So, I liked this story up to "Fuck you guys." That was pretty funny. Just a good, punchy delivery.

After that you lost me. The problem with the bait and switch is often that the person who bites the bait LIKES the bait. They don't always like the switch. I don't here. It is basically one long "British people have bad teeth" joke which I really don't like at the best of times. Don't have much better insight for this one, unfortunately. Just very much not my cup of tea (ha, ha).

Thanks for writing!
#20263 ·
· on A Chromaday Carol · >>Baal Bunny
The bottom slate is what this gets:
A work of verse, not prose.
Doggy poems with no regrets
Force me to work o'ertime.

I hate reviewing poetry. I really do. I'm way less well read at it and trying to compare straight prose to verse is a motherfucker because the two emphasize different things and present their own challenges.

So where do I end up with this one. It's a cute little bit of mythology that goes some weird places (I was not really expecting this to an uplift story). It is a bit of a weird place to have it born out of though? Color to intelligence is not necessarily an intuitive movement. Its fine in context, but I kinda feel like you'd be better off stepping back from the prompt concept a bit.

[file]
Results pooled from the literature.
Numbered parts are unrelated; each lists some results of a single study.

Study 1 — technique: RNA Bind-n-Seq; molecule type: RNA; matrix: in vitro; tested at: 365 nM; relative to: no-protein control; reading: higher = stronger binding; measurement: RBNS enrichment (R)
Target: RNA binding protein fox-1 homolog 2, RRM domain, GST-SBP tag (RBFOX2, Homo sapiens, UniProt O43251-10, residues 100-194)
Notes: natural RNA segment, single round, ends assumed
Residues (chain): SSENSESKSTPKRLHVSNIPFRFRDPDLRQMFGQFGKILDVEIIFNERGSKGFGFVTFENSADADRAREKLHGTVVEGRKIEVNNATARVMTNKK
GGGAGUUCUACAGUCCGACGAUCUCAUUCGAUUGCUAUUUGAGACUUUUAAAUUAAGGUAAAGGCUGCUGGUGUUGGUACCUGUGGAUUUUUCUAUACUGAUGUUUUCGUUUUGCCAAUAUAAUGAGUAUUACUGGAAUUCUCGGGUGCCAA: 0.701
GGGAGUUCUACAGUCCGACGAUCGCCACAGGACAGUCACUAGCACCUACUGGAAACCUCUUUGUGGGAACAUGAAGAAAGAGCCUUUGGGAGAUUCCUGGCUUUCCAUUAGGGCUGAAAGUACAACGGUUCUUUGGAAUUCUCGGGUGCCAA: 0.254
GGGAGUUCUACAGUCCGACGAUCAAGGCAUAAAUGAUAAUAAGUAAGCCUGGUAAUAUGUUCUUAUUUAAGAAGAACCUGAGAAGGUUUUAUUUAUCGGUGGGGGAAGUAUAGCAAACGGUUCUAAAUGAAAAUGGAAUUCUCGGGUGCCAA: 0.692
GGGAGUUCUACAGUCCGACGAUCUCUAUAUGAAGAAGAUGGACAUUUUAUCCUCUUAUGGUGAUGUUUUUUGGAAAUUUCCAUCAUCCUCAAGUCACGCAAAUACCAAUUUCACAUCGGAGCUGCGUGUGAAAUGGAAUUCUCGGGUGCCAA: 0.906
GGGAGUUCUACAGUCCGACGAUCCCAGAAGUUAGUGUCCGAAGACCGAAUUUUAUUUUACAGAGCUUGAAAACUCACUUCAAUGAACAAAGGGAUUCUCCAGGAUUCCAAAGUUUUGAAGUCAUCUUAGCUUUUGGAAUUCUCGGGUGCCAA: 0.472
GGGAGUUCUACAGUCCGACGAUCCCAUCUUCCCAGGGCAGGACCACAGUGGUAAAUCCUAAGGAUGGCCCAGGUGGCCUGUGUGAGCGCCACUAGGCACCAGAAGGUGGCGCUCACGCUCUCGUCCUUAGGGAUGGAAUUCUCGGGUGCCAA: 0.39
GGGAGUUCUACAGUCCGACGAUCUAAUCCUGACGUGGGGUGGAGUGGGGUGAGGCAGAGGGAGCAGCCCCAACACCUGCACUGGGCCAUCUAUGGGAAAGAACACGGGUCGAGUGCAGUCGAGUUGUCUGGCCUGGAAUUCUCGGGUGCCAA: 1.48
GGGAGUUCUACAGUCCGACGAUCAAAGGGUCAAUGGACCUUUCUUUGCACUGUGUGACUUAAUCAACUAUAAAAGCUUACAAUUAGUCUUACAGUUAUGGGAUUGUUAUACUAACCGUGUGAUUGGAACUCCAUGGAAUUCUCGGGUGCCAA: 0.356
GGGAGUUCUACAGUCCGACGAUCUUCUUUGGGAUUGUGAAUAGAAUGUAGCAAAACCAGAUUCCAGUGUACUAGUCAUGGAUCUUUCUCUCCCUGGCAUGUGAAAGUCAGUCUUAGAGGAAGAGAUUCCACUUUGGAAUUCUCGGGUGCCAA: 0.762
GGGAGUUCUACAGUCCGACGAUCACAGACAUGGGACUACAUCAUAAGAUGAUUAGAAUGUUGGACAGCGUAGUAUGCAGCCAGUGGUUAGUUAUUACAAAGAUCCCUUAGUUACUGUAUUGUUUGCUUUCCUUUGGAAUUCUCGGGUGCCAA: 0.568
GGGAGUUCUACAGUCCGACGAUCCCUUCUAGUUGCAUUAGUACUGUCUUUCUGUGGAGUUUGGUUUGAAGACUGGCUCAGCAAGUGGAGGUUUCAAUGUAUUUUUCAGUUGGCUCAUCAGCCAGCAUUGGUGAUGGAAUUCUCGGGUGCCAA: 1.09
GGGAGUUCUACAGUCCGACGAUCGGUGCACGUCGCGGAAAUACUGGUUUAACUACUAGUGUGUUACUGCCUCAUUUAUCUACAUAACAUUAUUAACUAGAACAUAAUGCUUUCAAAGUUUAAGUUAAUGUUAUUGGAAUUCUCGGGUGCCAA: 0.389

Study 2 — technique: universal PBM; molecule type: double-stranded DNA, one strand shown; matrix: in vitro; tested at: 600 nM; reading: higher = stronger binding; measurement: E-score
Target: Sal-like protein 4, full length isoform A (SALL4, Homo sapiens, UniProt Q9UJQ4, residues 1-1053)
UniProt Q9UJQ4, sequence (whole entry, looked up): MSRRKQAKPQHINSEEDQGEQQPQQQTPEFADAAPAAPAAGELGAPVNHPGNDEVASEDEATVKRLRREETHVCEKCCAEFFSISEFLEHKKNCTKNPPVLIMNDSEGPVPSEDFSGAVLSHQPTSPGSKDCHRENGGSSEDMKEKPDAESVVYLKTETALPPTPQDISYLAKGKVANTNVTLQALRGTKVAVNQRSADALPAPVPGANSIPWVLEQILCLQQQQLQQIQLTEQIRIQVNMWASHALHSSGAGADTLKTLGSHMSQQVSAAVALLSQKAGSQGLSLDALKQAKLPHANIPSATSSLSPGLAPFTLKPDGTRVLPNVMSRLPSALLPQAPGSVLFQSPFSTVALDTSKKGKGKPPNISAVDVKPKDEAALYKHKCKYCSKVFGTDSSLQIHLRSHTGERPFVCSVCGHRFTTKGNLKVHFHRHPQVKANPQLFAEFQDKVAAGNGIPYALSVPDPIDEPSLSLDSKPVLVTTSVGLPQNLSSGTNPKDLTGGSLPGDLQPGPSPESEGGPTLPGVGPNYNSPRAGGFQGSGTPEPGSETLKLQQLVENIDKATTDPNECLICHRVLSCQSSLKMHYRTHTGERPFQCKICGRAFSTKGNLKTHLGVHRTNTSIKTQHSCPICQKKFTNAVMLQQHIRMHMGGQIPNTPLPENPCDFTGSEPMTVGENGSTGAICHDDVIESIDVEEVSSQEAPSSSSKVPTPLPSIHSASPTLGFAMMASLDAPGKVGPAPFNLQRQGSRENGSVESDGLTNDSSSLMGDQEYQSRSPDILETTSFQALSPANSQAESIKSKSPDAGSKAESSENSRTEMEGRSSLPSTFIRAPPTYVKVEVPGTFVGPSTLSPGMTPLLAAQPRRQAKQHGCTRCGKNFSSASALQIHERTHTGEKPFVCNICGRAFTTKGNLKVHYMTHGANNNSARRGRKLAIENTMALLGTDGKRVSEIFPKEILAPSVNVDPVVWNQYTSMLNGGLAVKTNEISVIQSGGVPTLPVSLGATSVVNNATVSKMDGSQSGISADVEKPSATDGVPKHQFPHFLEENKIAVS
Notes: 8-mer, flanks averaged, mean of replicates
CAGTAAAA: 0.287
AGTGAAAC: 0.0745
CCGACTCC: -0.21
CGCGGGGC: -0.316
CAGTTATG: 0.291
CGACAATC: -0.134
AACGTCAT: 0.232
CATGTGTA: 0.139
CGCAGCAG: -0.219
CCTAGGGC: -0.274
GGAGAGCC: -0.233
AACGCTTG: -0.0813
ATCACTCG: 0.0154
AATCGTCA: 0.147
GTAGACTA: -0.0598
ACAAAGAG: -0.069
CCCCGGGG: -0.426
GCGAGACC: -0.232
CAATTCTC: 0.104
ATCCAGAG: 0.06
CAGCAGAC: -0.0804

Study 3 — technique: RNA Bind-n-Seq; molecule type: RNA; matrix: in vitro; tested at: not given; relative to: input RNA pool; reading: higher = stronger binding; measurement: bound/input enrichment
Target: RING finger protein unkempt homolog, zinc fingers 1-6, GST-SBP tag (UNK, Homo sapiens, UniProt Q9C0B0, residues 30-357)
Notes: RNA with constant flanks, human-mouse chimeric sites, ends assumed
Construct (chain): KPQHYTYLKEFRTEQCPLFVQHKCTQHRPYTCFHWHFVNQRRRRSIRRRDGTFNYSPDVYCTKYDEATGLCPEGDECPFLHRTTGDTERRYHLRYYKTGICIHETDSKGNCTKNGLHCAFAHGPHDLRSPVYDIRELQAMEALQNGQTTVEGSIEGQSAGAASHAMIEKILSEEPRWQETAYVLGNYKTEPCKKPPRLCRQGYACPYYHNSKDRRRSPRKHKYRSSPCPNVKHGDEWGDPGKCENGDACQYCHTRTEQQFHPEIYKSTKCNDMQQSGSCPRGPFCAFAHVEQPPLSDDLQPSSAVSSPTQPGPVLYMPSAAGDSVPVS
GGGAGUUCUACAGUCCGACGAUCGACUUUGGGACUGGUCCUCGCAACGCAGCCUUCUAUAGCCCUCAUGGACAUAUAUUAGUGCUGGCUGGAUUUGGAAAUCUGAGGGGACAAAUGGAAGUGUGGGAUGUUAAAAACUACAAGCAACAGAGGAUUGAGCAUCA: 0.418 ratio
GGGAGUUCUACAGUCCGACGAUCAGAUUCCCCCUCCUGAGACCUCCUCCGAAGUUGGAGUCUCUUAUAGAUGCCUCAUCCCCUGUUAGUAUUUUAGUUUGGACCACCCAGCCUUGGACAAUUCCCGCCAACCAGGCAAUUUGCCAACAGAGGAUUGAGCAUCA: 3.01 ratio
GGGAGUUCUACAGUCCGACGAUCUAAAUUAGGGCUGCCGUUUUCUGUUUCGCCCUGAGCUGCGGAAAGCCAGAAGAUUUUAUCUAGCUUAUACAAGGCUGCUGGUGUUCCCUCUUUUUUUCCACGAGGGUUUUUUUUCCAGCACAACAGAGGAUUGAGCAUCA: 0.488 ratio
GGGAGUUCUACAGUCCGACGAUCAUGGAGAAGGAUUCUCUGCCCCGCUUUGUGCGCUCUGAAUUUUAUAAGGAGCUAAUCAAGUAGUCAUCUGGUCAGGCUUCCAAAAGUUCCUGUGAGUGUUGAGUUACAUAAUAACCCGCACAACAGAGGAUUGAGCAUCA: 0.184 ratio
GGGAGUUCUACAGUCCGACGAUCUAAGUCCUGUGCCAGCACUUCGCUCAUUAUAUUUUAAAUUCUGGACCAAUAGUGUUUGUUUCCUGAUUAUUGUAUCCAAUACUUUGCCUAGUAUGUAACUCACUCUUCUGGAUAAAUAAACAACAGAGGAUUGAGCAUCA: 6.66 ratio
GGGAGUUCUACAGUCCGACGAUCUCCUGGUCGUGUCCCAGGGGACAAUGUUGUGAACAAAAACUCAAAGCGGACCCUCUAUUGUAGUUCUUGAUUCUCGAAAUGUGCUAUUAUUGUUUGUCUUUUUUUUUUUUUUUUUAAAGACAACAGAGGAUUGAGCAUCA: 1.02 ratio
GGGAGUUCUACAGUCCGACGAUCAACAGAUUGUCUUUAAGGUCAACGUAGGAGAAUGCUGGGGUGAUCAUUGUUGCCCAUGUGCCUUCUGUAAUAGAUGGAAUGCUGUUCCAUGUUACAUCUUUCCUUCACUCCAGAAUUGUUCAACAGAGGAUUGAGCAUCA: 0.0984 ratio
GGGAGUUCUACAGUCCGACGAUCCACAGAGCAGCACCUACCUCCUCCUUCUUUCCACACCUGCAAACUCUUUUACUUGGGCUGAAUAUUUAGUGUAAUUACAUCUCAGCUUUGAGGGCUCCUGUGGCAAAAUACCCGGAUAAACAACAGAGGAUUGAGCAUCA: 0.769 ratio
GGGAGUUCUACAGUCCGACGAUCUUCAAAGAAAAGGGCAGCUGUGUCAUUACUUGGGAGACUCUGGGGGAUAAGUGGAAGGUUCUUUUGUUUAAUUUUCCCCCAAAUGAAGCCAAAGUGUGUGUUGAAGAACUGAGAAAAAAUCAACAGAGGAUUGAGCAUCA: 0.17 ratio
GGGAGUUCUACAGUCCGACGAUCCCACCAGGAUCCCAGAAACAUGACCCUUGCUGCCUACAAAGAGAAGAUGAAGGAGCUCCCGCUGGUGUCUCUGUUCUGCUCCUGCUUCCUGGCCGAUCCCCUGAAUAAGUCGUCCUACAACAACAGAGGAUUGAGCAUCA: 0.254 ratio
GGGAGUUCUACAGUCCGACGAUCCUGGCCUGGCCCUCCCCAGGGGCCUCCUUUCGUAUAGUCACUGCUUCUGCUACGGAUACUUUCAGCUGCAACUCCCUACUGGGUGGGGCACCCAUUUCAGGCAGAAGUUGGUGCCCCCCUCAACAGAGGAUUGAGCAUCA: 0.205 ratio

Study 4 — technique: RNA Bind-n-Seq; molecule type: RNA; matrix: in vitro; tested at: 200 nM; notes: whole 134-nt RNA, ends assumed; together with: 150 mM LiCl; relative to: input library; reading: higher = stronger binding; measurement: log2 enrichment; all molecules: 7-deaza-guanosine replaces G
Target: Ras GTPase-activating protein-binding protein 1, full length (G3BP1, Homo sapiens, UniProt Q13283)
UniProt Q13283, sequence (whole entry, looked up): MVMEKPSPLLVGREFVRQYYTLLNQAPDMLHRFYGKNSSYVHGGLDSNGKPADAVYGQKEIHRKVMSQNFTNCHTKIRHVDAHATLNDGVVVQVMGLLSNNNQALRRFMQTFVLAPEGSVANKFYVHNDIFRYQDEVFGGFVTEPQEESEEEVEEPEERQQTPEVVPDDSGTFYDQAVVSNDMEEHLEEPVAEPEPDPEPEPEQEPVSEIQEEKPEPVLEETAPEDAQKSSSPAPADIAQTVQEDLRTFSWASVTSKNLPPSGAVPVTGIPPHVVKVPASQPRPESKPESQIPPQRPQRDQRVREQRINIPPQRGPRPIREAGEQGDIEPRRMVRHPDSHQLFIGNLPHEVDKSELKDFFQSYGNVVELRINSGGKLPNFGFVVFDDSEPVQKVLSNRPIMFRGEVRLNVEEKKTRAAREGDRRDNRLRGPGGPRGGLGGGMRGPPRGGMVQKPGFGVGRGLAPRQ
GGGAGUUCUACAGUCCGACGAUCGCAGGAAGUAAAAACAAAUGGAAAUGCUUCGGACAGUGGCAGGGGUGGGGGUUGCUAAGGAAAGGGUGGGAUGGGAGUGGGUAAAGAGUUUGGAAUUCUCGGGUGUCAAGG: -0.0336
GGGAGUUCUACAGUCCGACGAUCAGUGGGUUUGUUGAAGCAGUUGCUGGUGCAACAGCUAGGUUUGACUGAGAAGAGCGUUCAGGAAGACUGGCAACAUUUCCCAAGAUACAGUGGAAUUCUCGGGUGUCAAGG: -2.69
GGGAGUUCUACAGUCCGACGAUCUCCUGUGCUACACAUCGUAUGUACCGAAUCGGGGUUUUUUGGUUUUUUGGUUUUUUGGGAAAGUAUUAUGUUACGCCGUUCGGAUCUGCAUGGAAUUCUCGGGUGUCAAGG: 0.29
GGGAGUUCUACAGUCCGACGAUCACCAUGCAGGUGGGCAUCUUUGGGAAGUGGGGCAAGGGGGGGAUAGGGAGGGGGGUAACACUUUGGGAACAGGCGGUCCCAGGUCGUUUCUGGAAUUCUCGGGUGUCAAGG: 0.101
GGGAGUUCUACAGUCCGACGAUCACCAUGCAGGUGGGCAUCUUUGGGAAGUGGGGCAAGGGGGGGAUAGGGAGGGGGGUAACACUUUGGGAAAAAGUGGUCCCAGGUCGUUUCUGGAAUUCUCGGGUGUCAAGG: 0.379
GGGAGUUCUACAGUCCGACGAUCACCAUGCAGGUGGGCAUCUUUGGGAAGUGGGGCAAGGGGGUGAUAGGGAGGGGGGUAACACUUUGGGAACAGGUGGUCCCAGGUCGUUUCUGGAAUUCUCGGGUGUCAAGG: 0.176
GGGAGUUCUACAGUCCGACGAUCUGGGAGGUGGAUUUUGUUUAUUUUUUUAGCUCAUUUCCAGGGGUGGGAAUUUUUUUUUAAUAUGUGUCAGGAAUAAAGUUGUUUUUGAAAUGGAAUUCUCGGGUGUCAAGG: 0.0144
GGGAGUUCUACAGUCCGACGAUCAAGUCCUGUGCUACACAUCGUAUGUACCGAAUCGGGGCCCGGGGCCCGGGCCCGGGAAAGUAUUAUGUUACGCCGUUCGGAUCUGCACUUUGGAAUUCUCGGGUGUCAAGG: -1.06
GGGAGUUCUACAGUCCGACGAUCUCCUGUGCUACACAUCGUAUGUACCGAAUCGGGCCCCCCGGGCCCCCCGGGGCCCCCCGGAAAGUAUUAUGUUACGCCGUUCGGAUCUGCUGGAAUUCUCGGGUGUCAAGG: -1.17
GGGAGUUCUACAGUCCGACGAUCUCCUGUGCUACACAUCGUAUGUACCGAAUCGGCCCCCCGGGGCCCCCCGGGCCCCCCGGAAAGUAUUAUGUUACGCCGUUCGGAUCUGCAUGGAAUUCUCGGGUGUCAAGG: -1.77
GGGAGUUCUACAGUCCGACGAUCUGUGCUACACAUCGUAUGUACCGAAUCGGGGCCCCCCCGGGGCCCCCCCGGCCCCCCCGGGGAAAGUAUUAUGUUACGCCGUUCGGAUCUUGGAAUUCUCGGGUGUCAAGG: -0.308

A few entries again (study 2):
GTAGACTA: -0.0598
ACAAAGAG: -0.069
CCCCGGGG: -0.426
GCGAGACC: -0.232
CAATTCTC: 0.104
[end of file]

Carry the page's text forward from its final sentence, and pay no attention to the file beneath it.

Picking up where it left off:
Structually, yeah. Like, I'm not great here. The poem itself generally flows fine although there are some spots where you're torturing things to get them to fit that detract from the overall experience. I agree with a lot of the above that the ABAC repeating structure is a bit odd and kinda messes with the reading, especially given how often you try to go from stanza to stanza with a complete thought. It feels like you'd be better off doing like... ABABCDCDEFEG or something, that way individual sections glow into each other but break nice and hard in the sections.

Thanks for writing!
#20262 ·
· on The Forest For The Trees · >>GaPJaxie
Bottom slating in an effort to martyr this fic.

So, a major theme in mini rounds is the grand "not a story" thing. This is not an indictment of the quality of the work or anything, it is just that a lot of minis are more scenes or vignettes than actual stories. It is a structural deal. There is generally no real arc/progression, no real act structure, etc, etc, etc. This falls pretty firmly in that camp. It is the expression of an idea. And I always feel that is a bit of a problem.

There isn't really a character conflict here as we aren't really given much to go on there. There isn't really a story conflict because they are in... mutual disinterest. There isn't really a world conflict because I guess it doesn't matter and for some reason other countries aren't involving themselves in these humanitarian violations? It's just sort of a grim statement of a possible future that is intended to be moody. And it does succeed at that! But I think minis need to strive to be more stories, you know what I mean?

Thanks for writing!
#20261 ·
· on Pyrrhus' Defeat
Bottom slated for universe destruction. That's where I keep my stuff.

This is a very fanciful and evocative little vignette, but I do think it bogs itself down with a bit too much evocative language and, well, being a vignette. It makes for a solid bit of emotion that ends up a bit flat because we are basically in the same mood and same place from start to finish. Progression is good, even in minis.